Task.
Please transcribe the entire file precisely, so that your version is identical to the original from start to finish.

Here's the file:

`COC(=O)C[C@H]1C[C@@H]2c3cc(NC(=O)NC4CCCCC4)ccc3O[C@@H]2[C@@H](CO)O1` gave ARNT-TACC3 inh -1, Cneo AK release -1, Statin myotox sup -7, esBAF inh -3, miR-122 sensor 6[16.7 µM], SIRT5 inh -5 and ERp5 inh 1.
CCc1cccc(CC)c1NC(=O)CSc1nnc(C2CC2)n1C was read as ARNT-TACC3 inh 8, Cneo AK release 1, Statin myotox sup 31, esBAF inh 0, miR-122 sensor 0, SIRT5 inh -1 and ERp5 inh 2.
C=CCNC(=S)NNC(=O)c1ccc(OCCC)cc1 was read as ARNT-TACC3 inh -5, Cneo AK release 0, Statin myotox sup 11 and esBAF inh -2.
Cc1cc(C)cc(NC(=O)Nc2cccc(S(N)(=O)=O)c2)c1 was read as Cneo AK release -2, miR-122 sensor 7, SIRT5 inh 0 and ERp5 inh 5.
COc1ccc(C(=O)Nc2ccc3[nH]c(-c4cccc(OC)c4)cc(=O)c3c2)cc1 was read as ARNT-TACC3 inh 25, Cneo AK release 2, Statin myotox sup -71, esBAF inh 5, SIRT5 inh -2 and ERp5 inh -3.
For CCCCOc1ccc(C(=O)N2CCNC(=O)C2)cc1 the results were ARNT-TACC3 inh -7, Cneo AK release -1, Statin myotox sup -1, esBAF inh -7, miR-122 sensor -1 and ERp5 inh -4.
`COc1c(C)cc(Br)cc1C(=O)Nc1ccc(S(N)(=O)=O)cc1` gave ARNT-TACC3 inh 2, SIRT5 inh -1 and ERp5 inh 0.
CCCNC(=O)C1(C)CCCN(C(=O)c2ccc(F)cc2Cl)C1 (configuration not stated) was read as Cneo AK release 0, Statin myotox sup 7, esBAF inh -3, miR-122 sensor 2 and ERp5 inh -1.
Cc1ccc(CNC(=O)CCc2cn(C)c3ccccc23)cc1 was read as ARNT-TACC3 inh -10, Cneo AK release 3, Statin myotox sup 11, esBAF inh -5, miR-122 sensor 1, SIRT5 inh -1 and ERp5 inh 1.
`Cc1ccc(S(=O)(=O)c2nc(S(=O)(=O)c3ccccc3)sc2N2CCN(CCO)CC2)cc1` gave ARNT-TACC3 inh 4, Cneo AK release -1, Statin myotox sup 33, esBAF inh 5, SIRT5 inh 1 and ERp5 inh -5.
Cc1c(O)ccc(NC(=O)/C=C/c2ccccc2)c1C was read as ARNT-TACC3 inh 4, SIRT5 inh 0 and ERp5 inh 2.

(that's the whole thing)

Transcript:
`COC(=O)C[C@H]1C[C@@H]2c3cc(NC(=O)NC4CCCCC4)ccc3O[C@@H]2[C@@H](CO)O1` gave ARNT-TACC3 inh -1, Cneo AK release -1, Statin myotox sup -7, esBAF inh -3, miR-122 sensor 6[16.7 µM], SIRT5 inh -5 and ERp5 inh 1.
CCc1cccc(CC)c1NC(=O)CSc1nnc(C2CC2)n1C was read as ARNT-TACC3 inh 8, Cneo AK release 1, Statin myotox sup 31, esBAF inh 0, miR-122 sensor 0, SIRT5 inh -1 and ERp5 inh 2.
C=CCNC(=S)NNC(=O)c1ccc(OCCC)cc1 was read as ARNT-TACC3 inh -5, Cneo AK release 0, Statin myotox sup 11 and esBAF inh -2.
Cc1cc(C)cc(NC(=O)Nc2cccc(S(N)(=O)=O)c2)c1 was read as Cneo AK release -2, miR-122 sensor 7, SIRT5 inh 0 and ERp5 inh 5.
COc1ccc(C(=O)Nc2ccc3[nH]c(-c4cccc(OC)c4)cc(=O)c3c2)cc1 was read as ARNT-TACC3 inh 25, Cneo AK release 2, Statin myotox sup -71, esBAF inh 5, SIRT5 inh -2 and ERp5 inh -3.
For CCCCOc1ccc(C(=O)N2CCNC(=O)C2)cc1 the results were ARNT-TACC3 inh -7, Cneo AK release -1, Statin myotox sup -1, esBAF inh -7, miR-122 sensor -1 and ERp5 inh -4.
`COc1c(C)cc(Br)cc1C(=O)Nc1ccc(S(N)(=O)=O)cc1` gave ARNT-TACC3 inh 2, SIRT5 inh -1 and ERp5 inh 0.
CCCNC(=O)C1(C)CCCN(C(=O)c2ccc(F)cc2Cl)C1 (configuration not stated) was read as Cneo AK release 0, Statin myotox sup 7, esBAF inh -3, miR-122 sensor 2 and ERp5 inh -1.
Cc1ccc(CNC(=O)CCc2cn(C)c3ccccc23)cc1 was read as ARNT-TACC3 inh -10, Cneo AK release 3, Statin myotox sup 11, esBAF inh -5, miR-122 sensor 1, SIRT5 inh -1 and ERp5 inh 1.
`Cc1ccc(S(=O)(=O)c2nc(S(=O)(=O)c3ccccc3)sc2N2CCN(CCO)CC2)cc1` gave ARNT-TACC3 inh 4, Cneo AK release -1, Statin myotox sup 33, esBAF inh 5, SIRT5 inh 1 and ERp5 inh -5.
Cc1c(O)ccc(NC(=O)/C=C/c2ccccc2)c1C was read as ARNT-TACC3 inh 4, SIRT5 inh 0 and ERp5 inh 2.